Michigan officials strip accused priest of counseling license
Lansing — A state licensing panel on Friday revoked the counseling license of a former Michigan priest accused of sexually assaulting an 11-year-old student in a church sacristy in the late 1980s.
The state suspended the Rev. Lawrence Ventline’s educationally limited counselor’s license in May, but the Michigan Board of Counseling voted Friday to revoke the license for at least three years. Ventline was also fined $5,000.
Ventline, who has denied the allegations, was restricted from public ministry within the Archdiocese of Detroit in 2016 because of the allegation, which the archdiocese said it forwarded to the Oakland County Prosecutor’s Office in 2016. Ventline had not been assigned to a full-time parish for 20 years prior to 2016, the archdiocese has said.
The Detroit News was unable Friday to reach Ventline for comment.
The allegation against Ventline was detailed in May, when Attorney General Dana Nessel announced charges against five other Catholic priests as part of her continued investigation into clergy sexual abuse in Michigan.
The statute of limitations prevented the department from prosecuting Ventline criminally, Nessel said.
Currently, there is no statute of limitations for first-degree criminal sexual conduct, but at the time the alleged assault took place, the statute of limitations for first-degree criminal sexual conduct was six years.
Other priests being prosecuted by Nessel on decades-old allegations left the state after the alleged incident, which stopped the six-year clock for prosecution under a legal concept called tolling.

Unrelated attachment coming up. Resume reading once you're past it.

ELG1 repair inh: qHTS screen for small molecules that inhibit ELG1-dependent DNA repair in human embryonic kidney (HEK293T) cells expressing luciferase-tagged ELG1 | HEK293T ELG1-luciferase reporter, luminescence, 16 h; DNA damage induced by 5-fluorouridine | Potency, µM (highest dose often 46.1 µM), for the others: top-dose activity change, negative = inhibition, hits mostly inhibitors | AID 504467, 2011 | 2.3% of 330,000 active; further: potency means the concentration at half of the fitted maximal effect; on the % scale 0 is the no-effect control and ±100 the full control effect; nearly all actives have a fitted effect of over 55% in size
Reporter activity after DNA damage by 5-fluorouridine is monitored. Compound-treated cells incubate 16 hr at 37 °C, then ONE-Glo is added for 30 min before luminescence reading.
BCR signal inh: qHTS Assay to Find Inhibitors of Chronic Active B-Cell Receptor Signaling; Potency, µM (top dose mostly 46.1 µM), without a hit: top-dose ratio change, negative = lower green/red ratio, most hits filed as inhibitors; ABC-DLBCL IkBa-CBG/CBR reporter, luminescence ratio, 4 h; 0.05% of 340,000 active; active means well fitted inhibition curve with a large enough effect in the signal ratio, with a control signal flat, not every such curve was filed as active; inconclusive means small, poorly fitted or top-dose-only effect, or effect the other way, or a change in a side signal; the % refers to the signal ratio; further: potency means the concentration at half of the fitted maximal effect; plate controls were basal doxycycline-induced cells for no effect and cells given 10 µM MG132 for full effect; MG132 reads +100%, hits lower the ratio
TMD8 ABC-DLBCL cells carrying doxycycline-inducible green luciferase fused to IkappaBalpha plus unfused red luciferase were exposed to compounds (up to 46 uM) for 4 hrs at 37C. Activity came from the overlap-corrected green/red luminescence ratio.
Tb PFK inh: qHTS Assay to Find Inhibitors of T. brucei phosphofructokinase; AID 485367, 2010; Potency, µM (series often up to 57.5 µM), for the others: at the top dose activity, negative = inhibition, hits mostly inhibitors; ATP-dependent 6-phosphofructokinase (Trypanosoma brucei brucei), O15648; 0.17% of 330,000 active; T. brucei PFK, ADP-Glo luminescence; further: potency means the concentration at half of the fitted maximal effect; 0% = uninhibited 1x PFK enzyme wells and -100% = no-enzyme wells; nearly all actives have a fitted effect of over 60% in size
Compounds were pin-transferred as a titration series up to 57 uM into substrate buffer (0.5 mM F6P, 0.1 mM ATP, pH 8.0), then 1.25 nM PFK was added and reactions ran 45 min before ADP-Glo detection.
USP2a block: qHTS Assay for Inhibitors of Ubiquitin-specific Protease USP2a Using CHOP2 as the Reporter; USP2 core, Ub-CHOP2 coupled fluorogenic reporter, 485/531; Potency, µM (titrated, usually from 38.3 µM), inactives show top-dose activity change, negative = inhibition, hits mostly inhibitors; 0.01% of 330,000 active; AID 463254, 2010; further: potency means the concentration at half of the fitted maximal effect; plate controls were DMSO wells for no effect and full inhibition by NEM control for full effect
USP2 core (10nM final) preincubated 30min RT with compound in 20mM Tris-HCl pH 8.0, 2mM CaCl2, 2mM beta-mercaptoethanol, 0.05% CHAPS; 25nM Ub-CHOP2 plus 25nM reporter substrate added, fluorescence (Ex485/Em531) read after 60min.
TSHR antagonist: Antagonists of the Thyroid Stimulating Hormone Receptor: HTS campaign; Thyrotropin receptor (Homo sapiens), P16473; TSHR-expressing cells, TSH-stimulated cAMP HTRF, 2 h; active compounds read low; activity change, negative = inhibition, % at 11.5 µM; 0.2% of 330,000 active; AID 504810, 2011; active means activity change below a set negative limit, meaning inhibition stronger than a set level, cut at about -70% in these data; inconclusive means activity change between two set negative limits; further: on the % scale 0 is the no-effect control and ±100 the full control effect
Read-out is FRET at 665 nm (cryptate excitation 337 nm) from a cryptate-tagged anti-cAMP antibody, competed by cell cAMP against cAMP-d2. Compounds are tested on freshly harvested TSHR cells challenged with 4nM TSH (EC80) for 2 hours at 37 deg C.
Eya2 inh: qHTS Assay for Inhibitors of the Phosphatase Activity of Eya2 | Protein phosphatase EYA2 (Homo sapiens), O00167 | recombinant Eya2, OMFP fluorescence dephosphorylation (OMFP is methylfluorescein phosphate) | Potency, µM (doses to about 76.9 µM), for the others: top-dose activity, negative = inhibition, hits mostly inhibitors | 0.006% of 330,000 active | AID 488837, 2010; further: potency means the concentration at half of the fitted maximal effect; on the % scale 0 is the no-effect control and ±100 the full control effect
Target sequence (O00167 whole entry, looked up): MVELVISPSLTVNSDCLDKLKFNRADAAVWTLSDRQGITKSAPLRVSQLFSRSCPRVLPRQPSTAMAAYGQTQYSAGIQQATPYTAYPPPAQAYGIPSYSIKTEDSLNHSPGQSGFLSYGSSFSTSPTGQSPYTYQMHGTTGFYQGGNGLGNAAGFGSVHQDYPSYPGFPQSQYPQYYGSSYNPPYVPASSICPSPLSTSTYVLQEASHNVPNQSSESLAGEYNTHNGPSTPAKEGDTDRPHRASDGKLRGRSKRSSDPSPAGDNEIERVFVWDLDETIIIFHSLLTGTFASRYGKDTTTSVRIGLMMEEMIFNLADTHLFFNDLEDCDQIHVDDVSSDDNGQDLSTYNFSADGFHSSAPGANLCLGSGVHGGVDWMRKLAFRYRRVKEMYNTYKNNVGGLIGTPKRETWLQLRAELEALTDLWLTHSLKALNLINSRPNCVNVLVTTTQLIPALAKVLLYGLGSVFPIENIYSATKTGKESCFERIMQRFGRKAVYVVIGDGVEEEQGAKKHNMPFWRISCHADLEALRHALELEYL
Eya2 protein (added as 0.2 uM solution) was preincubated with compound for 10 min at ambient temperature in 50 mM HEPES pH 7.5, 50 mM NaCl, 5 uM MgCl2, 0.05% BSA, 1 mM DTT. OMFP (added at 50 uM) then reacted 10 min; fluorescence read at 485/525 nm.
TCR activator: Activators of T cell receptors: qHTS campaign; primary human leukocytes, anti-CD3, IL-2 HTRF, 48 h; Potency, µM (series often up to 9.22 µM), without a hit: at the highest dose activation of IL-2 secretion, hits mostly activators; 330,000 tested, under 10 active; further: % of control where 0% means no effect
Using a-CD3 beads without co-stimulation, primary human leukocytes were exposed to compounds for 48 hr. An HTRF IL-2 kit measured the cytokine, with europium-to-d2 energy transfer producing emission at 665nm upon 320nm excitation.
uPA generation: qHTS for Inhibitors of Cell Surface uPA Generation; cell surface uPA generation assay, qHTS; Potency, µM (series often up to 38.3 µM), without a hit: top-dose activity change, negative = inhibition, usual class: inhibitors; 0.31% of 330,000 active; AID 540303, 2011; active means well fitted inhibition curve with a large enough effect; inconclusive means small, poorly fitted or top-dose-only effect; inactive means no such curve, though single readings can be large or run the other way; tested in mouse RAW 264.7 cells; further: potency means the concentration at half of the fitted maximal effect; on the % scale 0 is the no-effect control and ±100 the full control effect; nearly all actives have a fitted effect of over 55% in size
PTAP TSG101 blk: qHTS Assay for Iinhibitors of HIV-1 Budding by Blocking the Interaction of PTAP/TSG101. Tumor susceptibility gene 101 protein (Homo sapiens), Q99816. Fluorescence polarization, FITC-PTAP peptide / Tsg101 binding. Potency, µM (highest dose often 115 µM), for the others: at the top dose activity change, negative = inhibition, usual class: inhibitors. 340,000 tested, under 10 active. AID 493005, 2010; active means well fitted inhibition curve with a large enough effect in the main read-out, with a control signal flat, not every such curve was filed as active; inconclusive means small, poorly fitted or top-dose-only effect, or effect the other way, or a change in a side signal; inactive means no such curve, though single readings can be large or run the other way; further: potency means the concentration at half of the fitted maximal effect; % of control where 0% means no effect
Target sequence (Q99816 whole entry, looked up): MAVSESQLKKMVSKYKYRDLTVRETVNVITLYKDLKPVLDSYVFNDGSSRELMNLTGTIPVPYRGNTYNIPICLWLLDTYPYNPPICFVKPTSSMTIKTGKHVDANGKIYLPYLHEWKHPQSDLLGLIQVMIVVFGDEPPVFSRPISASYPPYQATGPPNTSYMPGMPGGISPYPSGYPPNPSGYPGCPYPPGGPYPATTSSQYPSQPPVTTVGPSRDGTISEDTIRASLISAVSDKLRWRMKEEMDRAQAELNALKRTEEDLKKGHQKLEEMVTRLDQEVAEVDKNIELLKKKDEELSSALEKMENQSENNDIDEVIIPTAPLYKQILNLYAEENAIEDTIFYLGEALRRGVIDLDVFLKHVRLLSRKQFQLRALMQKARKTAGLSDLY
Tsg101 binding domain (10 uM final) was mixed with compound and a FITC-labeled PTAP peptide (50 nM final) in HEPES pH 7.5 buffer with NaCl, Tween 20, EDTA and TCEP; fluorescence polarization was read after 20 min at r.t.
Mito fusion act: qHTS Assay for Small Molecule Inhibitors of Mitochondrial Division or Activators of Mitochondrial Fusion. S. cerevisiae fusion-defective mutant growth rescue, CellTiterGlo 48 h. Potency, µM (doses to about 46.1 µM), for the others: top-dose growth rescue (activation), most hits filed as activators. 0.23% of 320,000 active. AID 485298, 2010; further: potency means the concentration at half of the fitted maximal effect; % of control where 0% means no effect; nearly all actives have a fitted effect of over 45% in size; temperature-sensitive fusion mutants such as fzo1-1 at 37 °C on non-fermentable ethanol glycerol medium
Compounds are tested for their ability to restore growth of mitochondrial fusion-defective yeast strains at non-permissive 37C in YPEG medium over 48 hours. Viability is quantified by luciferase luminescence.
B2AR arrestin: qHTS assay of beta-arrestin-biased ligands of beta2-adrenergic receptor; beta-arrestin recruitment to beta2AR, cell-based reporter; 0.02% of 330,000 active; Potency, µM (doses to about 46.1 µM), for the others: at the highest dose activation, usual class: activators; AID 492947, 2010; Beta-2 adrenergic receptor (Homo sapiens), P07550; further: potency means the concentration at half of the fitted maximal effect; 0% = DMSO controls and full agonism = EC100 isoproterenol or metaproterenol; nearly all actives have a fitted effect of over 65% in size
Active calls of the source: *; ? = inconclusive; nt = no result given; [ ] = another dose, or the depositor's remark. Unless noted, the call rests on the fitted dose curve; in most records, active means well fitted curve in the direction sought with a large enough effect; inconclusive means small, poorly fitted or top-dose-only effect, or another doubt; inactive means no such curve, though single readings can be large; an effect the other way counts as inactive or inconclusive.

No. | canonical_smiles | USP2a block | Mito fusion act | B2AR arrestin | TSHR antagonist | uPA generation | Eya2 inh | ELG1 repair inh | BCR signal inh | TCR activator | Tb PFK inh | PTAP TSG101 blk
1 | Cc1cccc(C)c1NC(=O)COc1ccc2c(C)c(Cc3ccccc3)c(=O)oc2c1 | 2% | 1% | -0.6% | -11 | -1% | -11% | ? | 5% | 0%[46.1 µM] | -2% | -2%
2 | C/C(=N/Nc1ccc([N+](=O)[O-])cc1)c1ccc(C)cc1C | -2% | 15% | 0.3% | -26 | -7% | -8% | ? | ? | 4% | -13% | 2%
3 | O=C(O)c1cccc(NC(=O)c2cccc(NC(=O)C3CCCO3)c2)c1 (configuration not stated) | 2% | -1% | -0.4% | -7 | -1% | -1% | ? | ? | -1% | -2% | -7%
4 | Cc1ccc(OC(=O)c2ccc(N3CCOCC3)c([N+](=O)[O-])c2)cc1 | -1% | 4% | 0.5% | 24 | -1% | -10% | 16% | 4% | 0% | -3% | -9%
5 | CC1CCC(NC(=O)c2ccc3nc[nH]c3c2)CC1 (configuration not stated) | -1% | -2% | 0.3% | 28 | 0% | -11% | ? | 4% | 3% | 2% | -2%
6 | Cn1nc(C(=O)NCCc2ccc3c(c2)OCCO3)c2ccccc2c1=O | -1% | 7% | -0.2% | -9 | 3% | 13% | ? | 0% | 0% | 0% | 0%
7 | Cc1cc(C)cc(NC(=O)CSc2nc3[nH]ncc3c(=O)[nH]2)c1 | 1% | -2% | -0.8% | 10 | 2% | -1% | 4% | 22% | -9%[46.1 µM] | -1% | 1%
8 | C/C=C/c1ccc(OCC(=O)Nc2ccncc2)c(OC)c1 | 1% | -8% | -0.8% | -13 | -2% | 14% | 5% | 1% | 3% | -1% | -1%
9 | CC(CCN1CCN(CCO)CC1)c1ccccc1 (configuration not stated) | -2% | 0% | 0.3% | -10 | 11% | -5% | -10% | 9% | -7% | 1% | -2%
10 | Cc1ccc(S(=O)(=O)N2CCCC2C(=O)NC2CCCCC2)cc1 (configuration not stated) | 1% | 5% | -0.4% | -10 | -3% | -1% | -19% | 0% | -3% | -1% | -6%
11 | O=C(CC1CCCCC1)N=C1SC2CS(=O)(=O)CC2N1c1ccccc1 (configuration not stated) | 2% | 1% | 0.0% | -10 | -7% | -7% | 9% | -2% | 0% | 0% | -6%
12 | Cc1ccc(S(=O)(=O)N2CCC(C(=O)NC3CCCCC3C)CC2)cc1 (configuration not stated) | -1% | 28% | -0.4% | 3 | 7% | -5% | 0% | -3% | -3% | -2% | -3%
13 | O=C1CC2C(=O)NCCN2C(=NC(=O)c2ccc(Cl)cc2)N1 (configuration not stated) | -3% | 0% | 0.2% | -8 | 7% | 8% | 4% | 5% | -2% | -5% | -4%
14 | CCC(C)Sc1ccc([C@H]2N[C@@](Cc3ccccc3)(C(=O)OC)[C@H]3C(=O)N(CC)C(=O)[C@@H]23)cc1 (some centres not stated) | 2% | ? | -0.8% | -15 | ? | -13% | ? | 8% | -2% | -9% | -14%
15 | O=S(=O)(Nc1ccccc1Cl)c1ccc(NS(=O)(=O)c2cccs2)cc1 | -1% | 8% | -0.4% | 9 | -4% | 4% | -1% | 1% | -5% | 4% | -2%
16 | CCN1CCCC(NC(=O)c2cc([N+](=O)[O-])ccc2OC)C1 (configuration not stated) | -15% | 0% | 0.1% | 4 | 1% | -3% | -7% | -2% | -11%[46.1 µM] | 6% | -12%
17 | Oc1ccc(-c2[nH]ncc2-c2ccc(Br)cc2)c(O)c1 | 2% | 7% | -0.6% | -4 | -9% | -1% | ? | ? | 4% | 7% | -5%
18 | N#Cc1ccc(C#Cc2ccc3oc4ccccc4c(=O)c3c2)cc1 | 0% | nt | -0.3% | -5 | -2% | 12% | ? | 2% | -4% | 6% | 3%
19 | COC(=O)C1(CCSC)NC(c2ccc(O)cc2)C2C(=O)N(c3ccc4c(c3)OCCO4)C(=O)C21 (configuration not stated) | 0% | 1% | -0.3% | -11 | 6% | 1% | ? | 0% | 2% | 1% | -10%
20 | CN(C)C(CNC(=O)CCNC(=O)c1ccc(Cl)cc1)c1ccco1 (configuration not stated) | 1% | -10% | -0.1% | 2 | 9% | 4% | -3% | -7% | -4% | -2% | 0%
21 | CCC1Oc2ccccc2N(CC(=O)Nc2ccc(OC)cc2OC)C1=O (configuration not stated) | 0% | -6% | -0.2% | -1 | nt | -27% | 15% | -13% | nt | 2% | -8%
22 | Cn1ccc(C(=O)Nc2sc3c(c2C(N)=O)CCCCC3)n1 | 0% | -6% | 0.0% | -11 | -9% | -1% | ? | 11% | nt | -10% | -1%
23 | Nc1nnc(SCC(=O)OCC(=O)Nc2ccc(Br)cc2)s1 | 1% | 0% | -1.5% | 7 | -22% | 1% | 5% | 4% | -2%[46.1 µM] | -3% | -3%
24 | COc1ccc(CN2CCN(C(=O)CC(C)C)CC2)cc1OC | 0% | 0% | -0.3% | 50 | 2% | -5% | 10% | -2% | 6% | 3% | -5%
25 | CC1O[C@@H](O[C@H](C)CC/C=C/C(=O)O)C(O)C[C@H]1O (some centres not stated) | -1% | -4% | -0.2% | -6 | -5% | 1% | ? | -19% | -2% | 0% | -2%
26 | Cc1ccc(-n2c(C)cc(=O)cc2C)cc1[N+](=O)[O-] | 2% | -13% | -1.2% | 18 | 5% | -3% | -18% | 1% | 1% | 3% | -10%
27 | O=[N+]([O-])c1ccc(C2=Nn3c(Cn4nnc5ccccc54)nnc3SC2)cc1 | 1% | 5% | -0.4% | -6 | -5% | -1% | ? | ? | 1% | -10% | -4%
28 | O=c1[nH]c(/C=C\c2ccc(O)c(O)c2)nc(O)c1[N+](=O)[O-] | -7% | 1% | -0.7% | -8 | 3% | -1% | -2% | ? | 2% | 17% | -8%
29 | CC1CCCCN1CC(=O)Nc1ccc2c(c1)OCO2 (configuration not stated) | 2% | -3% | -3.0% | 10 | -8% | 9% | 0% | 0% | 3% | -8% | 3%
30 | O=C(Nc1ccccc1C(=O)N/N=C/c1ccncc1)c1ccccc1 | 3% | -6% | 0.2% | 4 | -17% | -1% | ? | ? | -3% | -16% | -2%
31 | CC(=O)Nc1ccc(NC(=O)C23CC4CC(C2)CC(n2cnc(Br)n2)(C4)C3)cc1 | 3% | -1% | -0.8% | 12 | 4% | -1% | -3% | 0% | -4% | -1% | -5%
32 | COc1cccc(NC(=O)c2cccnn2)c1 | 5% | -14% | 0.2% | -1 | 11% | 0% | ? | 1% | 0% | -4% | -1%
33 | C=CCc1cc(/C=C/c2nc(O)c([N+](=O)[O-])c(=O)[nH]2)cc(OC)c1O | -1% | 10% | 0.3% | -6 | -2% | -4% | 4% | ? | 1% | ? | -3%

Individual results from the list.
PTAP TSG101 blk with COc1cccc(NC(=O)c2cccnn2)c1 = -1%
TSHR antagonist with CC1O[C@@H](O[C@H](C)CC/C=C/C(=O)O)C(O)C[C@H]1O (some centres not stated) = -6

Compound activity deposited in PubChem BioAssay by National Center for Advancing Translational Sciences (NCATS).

The board’s action Friday “ensures that he cannot use his counseling license to lure in and abuse vulnerable patients, including young children,” Nessel said in a statement. “We are grateful for our continued partnership with LARA to help ensure the safety and welfare of our residents.”
The administrative complaint against Ventline accuses him of raping an 11-year-old boy who was a student at a Catholic school associated with Ventline’s parish in the 1989-1990 school year.
Ventline maintained an active educationally limited professional counseling license from 1999 to its suspension in May. As recently as September 2018, Ventline presented himself as a board certified professional counselor in a newspaper, without clarifying the limitations on his license, according to the complaint.
Because Ventline failed to respond to the administrative complaint, the board must consider the allegations “undisputed and true,” according to a statement from the Department of Licensing and Regulatory Affairs.
“LARA remains focused on holding our health professionals accountable and we’re pleased that the board decided to revoke the counselor’s license,” LARA Director Orlene Hawks said in a Friday statement.